Finishing Line - December 2009

Selling? — Consider Doing it Yourself
By Robert Roman

Selling a car wash can be a challenge, but why hand over hard-earned cash to a business broker or real estate agent when you can do most of the work on your own?

The one obvious advantage of sale-by-owner is to save money. By selling the car wash directly to the buyer, you avoid paying the built-in cost of an agent’s fee. The selling price minus closing costs goes directly to you. This also leaves the seller in a more favorable position to negotiate with buyers.

By dealing directly with the buyer, the seller can also avoid pushy sales tactics. It is often in an agent’s best interest to sell for the highest price in the shortest period of time. This can leave the seller at a disadvantage. When selling on your own, you have as much time as you need to find the right buyer, without the pressure.

If you try to sell on your own, you will need some help. This means procuring an attorney for contracts and disclosures, title company for the closing process, banker to pre-qualify buyers, accountant to prepare financials and address tax strategy, and appraiser or consultant to determine price.

To ensure the business is sold sooner rather than later, the car wash should be put in the best possible light. Showcase it as a solid income business for the new owner. Consider preparing, advertising, and presenting the wash to look and feel like an “investment” and make sure a buyer can easily see the advantages.

Since it is customary to provide an inspection period, the buyer will need access to property and company records. In today’s market, there are few things that will set a car wash further apart from all the others than a good appearance and complete business records. These elements add value and enable an income property to be sold more quickly and at a higher profit.

If the history is incomplete, the seller will be at a disadvantage in justifying the asking price. In this case, the seller would use indirect methods such as water and chemical consumption and invoices to construct a history of business activity.

Another key factor in effectively selling a car wash is the asking price. In this context, the “right” price is the one that brings the buyer and seller together and results in a sales transaction.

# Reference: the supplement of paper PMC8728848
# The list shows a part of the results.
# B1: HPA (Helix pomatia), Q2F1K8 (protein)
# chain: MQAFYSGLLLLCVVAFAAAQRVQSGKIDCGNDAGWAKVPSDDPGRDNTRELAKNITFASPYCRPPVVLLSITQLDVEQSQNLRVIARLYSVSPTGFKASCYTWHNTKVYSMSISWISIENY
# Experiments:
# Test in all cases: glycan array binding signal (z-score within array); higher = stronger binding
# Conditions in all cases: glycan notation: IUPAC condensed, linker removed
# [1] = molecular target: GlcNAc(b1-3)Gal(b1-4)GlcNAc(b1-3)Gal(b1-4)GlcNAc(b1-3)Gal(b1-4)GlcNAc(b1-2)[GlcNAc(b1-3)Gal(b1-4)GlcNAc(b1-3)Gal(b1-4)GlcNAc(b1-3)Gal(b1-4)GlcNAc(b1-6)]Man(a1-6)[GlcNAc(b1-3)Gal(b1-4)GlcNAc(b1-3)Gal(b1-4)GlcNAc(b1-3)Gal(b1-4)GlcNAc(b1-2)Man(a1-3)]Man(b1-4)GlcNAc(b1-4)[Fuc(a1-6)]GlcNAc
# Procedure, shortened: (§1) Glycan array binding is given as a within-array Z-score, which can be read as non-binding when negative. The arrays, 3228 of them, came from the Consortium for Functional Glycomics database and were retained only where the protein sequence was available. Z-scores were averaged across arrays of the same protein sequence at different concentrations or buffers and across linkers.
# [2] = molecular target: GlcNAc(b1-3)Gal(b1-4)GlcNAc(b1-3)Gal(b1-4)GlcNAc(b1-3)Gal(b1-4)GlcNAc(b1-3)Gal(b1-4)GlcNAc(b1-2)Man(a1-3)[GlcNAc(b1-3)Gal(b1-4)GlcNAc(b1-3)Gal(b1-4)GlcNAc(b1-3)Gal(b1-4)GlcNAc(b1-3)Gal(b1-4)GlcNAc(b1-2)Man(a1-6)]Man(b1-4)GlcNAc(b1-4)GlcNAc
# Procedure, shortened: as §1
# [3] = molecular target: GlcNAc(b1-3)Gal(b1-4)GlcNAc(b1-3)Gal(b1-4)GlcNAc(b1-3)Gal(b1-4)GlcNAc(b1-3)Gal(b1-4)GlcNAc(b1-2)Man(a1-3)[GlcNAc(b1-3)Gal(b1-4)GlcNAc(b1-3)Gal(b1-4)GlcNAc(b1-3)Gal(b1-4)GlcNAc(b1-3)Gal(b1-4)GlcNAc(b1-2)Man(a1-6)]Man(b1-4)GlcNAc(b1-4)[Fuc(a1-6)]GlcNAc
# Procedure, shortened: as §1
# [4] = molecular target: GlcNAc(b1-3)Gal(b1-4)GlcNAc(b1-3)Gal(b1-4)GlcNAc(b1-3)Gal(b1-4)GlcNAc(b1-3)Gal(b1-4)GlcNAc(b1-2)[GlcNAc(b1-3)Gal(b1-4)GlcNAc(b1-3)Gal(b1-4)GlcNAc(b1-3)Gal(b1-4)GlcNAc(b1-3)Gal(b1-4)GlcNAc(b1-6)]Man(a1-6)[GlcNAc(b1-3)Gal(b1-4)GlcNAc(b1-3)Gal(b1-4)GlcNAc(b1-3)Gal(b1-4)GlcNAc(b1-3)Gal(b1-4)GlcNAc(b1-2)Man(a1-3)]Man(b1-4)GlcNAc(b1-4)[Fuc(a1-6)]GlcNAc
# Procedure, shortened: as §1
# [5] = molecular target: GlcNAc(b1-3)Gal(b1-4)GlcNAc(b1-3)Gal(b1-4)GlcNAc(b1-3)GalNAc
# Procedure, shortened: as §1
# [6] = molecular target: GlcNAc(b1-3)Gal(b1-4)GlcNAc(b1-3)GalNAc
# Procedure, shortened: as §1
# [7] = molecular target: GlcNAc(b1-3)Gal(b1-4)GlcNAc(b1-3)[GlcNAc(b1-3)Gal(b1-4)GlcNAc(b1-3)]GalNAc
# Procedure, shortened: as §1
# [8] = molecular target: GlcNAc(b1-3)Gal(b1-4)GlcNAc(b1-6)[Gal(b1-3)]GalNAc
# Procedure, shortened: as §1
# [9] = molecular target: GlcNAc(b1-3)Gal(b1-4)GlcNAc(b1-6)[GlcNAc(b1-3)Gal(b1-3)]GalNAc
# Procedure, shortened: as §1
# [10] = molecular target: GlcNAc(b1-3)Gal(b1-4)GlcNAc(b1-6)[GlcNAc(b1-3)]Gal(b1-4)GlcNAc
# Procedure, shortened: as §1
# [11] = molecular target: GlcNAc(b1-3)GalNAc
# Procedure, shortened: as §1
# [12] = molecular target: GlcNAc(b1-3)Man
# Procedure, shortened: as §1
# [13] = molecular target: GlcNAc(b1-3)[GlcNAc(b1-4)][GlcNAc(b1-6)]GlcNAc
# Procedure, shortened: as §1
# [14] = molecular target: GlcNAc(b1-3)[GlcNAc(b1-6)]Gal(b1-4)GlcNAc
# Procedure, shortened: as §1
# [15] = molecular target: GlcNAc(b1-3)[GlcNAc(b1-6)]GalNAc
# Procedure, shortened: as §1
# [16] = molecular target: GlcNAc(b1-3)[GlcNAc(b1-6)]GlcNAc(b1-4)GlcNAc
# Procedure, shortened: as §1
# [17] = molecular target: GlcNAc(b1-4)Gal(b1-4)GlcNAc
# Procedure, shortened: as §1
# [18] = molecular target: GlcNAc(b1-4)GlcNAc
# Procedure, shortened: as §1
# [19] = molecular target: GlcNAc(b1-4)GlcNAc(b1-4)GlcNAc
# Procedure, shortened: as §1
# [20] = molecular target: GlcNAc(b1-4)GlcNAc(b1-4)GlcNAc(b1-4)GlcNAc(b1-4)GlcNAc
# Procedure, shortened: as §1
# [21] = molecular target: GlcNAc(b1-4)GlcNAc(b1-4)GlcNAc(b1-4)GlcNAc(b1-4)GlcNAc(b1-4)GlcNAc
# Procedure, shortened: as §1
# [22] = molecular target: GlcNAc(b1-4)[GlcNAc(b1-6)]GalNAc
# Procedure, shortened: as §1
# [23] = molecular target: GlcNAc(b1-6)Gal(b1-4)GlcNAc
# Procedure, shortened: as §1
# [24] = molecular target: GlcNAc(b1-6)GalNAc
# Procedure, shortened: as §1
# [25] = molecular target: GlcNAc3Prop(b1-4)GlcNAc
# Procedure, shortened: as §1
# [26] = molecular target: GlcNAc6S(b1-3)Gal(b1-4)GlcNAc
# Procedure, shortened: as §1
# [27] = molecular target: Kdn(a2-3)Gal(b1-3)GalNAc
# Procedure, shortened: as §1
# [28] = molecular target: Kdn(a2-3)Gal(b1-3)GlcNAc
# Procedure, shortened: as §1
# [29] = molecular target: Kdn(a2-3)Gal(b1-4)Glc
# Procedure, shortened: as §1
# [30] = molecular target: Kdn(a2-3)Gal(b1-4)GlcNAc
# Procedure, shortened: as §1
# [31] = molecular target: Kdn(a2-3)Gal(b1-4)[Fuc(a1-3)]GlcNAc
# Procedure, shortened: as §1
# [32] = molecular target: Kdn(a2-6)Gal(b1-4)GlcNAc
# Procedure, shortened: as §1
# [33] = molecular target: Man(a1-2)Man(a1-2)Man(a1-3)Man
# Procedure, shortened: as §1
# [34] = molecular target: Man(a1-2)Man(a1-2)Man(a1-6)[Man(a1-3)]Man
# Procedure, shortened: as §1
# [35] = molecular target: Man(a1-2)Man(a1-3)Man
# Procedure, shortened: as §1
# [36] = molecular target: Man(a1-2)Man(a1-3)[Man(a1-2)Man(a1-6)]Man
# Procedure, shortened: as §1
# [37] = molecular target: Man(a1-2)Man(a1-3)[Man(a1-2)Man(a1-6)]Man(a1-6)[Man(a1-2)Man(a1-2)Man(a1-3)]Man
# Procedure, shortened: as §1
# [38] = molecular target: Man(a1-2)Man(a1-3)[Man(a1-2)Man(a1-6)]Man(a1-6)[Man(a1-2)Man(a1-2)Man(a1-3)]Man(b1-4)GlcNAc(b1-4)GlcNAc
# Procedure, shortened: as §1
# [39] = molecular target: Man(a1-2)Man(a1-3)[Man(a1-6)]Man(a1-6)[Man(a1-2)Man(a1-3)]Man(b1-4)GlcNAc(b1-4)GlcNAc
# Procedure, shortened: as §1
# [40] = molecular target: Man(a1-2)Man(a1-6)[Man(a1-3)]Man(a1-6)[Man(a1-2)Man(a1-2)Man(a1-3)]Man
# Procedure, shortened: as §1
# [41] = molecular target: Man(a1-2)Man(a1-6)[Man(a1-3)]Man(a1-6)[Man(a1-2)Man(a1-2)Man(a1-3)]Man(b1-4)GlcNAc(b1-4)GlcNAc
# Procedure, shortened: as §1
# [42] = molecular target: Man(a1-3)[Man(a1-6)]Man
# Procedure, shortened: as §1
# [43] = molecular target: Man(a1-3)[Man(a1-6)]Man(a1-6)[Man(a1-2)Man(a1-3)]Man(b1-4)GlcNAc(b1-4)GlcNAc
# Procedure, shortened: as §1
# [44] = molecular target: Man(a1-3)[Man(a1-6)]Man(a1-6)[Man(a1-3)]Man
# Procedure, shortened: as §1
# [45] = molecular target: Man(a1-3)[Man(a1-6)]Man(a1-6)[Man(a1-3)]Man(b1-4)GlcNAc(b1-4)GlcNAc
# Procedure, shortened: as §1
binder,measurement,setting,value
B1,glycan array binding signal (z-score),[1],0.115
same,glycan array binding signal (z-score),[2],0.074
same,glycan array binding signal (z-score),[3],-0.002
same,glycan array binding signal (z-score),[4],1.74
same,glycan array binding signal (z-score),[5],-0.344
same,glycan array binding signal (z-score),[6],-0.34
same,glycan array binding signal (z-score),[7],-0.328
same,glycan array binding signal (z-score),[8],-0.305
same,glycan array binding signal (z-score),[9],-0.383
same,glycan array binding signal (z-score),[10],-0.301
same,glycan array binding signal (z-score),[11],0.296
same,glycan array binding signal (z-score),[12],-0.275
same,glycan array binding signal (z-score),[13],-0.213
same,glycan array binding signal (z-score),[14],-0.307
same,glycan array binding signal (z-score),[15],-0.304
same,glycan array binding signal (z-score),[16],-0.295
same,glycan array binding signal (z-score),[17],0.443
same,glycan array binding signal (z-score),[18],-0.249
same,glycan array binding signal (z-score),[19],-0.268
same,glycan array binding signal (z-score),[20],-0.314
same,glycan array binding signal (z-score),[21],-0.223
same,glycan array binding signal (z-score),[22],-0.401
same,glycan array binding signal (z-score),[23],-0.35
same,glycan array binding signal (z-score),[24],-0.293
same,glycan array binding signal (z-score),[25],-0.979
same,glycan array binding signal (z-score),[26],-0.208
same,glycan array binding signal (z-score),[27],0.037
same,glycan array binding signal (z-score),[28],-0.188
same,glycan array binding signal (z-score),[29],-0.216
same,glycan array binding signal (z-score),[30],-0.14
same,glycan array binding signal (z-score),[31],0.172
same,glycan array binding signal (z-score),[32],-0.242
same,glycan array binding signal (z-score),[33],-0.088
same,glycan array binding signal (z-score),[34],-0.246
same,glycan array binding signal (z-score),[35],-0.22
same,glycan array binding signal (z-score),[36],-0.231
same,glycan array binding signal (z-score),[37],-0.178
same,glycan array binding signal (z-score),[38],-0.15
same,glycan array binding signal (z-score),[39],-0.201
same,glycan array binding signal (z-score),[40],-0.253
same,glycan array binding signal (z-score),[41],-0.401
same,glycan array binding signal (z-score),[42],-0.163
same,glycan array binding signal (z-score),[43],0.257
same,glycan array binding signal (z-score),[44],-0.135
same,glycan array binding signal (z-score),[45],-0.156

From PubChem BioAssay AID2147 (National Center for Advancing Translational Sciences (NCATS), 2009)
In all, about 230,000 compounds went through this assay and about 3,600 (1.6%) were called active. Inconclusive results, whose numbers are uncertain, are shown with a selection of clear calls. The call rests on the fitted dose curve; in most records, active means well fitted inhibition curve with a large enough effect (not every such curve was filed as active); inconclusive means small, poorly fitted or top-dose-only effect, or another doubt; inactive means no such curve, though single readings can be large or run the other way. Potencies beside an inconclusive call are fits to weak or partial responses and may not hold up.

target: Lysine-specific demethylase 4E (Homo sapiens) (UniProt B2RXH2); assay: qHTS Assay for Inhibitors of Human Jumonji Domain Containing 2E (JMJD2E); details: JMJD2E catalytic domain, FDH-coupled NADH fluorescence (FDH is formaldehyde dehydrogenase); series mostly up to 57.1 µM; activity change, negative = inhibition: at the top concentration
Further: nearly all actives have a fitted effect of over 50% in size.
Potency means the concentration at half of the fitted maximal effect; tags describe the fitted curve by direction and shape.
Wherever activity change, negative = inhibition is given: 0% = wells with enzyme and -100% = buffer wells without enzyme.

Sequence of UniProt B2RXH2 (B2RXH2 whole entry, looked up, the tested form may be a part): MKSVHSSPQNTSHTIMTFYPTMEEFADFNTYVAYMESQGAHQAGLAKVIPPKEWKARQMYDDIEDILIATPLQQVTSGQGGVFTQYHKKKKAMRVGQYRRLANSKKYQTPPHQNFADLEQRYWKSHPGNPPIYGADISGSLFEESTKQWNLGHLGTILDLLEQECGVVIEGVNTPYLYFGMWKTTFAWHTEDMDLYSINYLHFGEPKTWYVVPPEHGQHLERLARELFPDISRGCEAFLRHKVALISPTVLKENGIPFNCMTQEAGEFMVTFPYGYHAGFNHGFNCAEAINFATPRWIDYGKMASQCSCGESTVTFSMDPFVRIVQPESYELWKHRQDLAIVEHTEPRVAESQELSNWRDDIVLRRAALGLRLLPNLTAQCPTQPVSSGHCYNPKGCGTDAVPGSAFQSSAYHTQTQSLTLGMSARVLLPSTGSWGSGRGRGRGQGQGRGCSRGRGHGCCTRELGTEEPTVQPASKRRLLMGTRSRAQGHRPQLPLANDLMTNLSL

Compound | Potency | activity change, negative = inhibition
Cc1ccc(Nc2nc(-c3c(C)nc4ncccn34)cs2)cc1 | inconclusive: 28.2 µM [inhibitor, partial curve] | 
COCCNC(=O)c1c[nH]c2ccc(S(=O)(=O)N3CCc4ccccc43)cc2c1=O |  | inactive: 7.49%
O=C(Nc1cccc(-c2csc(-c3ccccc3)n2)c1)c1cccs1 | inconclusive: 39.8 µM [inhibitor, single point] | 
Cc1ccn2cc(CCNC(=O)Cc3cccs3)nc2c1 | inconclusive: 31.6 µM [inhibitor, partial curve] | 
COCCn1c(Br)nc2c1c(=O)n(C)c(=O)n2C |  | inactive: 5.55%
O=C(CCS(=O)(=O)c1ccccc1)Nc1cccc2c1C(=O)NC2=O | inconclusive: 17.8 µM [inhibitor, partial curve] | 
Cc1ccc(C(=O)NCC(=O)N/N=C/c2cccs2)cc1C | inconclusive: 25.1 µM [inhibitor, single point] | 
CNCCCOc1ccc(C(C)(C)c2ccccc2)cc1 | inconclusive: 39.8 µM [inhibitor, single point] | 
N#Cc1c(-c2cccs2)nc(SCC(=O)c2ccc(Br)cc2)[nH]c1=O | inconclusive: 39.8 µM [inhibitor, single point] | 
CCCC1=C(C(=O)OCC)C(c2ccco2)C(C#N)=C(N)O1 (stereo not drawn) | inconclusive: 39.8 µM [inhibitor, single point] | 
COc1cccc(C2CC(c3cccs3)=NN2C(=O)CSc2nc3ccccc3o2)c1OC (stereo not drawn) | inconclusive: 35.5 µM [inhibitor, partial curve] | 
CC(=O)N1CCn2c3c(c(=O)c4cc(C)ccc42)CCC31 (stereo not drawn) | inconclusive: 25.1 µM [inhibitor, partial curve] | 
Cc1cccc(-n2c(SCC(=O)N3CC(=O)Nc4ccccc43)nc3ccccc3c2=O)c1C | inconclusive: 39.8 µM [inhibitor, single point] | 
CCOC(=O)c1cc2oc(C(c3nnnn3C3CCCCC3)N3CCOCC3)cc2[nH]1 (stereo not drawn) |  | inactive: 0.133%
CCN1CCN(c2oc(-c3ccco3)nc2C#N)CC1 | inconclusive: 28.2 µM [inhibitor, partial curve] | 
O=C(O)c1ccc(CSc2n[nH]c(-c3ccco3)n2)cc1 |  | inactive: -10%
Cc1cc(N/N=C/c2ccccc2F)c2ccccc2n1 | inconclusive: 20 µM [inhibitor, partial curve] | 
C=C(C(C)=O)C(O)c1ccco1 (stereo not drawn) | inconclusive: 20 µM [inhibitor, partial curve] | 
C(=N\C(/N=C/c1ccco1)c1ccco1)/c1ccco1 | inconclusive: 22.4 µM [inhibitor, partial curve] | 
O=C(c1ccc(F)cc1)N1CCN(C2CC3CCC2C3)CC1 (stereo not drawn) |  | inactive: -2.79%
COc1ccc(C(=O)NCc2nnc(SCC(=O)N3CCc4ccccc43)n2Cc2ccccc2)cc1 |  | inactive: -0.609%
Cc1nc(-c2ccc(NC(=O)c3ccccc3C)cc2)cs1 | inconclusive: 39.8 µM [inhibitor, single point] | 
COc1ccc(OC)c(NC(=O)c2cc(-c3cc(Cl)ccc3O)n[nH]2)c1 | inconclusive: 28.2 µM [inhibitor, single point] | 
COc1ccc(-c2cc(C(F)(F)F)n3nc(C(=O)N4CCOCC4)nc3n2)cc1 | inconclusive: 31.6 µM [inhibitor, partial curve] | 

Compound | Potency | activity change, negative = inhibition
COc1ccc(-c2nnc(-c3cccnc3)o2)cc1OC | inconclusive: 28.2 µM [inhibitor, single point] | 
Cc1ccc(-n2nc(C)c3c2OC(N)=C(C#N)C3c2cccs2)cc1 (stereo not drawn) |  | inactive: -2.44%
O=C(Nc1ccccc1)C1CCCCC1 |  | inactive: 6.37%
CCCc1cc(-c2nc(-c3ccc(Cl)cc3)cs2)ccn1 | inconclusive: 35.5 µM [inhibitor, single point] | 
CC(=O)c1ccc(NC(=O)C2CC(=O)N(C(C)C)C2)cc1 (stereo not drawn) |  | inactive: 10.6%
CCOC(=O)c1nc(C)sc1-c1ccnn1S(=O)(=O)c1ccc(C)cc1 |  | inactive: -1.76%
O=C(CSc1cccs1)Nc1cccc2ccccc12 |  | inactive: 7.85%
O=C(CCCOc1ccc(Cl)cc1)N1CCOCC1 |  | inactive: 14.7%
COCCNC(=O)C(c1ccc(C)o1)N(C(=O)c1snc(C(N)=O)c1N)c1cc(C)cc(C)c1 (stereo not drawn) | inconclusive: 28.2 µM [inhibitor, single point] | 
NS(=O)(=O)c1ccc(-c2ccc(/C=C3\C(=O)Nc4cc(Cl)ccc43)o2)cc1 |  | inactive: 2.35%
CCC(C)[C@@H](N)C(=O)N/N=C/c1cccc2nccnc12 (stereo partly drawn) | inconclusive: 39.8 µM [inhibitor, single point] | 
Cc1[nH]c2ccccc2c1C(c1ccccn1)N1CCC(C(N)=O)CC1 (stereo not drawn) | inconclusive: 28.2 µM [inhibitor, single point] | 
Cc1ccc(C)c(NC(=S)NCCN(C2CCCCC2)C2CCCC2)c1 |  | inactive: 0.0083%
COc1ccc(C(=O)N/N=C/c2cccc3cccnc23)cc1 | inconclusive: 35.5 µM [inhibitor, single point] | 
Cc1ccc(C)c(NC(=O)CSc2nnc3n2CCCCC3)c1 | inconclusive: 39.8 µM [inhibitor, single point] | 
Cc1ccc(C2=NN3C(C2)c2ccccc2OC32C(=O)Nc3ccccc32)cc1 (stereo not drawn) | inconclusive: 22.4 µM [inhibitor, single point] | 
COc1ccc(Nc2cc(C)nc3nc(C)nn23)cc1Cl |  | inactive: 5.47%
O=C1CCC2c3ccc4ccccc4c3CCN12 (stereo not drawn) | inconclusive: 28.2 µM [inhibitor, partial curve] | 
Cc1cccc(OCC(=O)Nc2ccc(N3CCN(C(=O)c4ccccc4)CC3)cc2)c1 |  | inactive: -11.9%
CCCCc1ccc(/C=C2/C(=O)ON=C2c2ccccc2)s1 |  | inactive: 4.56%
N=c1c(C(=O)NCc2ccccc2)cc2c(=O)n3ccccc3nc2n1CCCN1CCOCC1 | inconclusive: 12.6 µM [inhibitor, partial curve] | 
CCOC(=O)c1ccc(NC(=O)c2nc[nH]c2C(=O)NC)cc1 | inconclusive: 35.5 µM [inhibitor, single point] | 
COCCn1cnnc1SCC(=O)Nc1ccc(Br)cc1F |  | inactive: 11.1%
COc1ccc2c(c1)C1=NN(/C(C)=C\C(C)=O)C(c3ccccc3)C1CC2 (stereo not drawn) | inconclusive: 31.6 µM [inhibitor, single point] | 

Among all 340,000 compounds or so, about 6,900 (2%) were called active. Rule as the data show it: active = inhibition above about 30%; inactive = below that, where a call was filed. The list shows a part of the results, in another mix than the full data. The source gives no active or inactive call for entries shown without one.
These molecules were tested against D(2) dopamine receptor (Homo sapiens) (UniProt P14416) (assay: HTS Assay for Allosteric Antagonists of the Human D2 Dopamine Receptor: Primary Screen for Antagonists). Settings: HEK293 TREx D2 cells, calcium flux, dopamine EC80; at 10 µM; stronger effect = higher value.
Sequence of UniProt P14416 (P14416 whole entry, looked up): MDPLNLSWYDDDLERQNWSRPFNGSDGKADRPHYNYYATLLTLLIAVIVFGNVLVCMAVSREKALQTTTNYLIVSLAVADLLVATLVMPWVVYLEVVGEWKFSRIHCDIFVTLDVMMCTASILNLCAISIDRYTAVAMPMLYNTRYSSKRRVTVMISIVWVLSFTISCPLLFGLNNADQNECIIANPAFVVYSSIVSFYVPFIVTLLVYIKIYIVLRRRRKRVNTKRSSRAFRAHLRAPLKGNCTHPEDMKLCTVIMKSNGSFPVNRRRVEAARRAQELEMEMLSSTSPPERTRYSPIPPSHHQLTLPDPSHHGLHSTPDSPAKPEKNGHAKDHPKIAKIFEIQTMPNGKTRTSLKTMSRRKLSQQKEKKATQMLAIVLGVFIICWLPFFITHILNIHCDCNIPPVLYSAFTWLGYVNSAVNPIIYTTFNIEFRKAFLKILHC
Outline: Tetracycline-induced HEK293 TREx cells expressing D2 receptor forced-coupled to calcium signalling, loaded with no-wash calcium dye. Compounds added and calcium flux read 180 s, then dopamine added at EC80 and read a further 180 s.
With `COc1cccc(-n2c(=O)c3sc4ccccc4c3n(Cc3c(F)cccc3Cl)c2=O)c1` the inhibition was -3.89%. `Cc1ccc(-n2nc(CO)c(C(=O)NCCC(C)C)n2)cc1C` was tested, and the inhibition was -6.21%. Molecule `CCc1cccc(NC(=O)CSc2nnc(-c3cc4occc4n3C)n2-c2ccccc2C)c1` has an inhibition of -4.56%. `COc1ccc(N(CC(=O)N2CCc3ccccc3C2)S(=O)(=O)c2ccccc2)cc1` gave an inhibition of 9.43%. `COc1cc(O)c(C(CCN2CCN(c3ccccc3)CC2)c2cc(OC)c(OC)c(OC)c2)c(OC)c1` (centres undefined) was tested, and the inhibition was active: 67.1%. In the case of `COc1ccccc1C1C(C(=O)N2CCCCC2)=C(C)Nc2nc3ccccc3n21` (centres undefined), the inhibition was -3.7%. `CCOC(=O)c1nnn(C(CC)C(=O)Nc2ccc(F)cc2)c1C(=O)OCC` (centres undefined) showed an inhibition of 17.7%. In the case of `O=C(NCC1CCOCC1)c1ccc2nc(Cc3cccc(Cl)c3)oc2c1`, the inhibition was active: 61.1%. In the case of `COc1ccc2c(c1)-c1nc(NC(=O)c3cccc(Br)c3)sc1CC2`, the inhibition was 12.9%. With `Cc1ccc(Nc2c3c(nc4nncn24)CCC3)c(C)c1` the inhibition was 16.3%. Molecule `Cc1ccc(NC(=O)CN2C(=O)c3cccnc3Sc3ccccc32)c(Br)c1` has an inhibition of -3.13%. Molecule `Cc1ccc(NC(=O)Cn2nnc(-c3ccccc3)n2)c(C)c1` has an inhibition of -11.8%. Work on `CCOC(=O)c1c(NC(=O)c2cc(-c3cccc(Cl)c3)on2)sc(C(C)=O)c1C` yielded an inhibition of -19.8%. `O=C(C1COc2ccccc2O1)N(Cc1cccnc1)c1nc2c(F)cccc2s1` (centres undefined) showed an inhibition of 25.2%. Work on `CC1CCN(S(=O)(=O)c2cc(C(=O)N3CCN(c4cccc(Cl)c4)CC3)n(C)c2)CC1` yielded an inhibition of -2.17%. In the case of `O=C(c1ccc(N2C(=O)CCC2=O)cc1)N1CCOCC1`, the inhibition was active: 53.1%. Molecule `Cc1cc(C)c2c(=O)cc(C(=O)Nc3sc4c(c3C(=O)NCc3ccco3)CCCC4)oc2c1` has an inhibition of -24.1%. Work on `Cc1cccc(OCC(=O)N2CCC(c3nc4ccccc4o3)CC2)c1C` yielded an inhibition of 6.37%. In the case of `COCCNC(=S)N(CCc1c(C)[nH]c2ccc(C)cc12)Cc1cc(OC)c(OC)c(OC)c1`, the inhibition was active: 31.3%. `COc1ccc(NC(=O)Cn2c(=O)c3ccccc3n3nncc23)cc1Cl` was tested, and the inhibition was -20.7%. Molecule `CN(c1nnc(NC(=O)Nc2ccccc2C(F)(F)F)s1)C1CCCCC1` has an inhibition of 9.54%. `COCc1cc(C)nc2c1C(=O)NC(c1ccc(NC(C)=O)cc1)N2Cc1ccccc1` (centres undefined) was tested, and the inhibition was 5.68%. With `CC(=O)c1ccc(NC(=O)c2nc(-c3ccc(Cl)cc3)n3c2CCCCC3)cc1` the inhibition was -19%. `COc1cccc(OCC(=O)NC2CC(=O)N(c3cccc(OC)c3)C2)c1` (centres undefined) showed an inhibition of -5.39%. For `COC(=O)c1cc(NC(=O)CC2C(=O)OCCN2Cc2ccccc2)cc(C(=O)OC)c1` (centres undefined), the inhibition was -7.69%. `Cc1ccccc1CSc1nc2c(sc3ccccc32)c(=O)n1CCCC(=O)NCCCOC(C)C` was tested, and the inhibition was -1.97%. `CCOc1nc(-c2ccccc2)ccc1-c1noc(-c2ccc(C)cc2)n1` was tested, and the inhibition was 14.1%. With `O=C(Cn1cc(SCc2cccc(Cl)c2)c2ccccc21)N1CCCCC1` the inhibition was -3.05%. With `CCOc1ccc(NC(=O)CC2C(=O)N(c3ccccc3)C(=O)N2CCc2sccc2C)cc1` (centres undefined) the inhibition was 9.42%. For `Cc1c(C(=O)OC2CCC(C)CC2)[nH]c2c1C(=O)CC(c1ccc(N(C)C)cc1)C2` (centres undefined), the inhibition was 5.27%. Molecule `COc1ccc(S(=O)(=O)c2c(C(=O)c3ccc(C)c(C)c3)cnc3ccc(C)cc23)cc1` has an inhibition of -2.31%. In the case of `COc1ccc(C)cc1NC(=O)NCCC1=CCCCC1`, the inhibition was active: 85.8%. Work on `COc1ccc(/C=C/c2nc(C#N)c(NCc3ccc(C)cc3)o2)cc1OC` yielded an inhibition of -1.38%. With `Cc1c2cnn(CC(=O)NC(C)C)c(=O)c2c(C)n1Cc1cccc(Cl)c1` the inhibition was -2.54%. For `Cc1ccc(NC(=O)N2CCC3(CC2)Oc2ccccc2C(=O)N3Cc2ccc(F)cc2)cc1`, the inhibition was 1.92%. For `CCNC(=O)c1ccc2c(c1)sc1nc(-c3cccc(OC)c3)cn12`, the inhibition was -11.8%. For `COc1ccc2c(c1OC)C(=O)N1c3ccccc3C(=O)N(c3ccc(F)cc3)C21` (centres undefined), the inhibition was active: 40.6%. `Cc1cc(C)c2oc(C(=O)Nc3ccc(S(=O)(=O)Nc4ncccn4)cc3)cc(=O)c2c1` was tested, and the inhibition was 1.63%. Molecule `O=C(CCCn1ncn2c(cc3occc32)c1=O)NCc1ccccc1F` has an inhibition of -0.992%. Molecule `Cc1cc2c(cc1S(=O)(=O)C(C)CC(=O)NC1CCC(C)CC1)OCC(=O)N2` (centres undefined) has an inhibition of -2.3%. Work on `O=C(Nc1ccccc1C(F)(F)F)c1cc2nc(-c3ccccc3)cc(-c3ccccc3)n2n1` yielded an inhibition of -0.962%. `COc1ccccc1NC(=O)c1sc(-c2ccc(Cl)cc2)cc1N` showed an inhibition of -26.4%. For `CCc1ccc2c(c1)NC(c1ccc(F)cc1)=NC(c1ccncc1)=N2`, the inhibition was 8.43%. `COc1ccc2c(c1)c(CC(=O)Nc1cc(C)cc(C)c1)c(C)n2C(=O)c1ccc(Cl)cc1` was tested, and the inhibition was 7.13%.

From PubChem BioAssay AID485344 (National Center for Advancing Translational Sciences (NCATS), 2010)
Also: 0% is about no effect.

Timing and market conditions can affect price. The quicker you need to sell, the less flexible you can afford to be. If there is ample time, you can wait for that perfect buyer. The rules of supply and demand also apply. If the market is tight, you’re in good shape. If there is a glut of washes for sale in the region, there is some negotiating to be done.

Just as you have a price in mind, so does the buyer. Often, there is a disparity between the two and some negotiating is required. Successful negotiations depend on the accuracy of the information provided by the seller as well as a certain degree of finesse.

Another important aspect of selling is profit. Instead of focusing on price, calculate which deal provides the most cash because individual offers usually represent different “nets.” An offer of $200,000 less than the asking price may net more than a second offer of $100,000 less if the second required you to pay for repairs or the buyers closing costs.

Interviewing the buyer is a critical part of selling. The interview should be conducted on the business premises so a tour of the facility may be performed. Being on-site gives the seller the best opportunity to answer questions about the operation of the business. Of course, before sharing any specific information, the buyer would sign a confidentiality agreement.

Since you cannot place a “for sale” sign in the front yard, you will need to advertise. The most logical place is with the industry publications. It will also pay to advertise online. Currently, 77 percent of buyers of commercial businesses start their search online.

The goal of advertising is to make the buyer curious enough to want to learn more about your business. Don’t include lists of equipment or superlatives. A good classified is direct and to the point. Simply tell buyers what they want to hear: price, location, and income. Ads should mention “sale-by-owner” and whether the price is negotiable or if financing is available.

A brochure can be a good selling tool and rationale for the asking price. A sales brochure would contain photography, surveys, maps, demography, equipment list, financials, and other relevant information buyers need to complete their due diligence.

Selling a car wash on your own is a great deal of responsibility, but with a little determination it can be well worth the effort.

Bob Roman is president of RJR Enterprises — Consulting Services (www.carwashplan.com) and vice president of Bubble Wash Buildings LLC. You can reach Bob via e-mail at bob@carwashplan.com.

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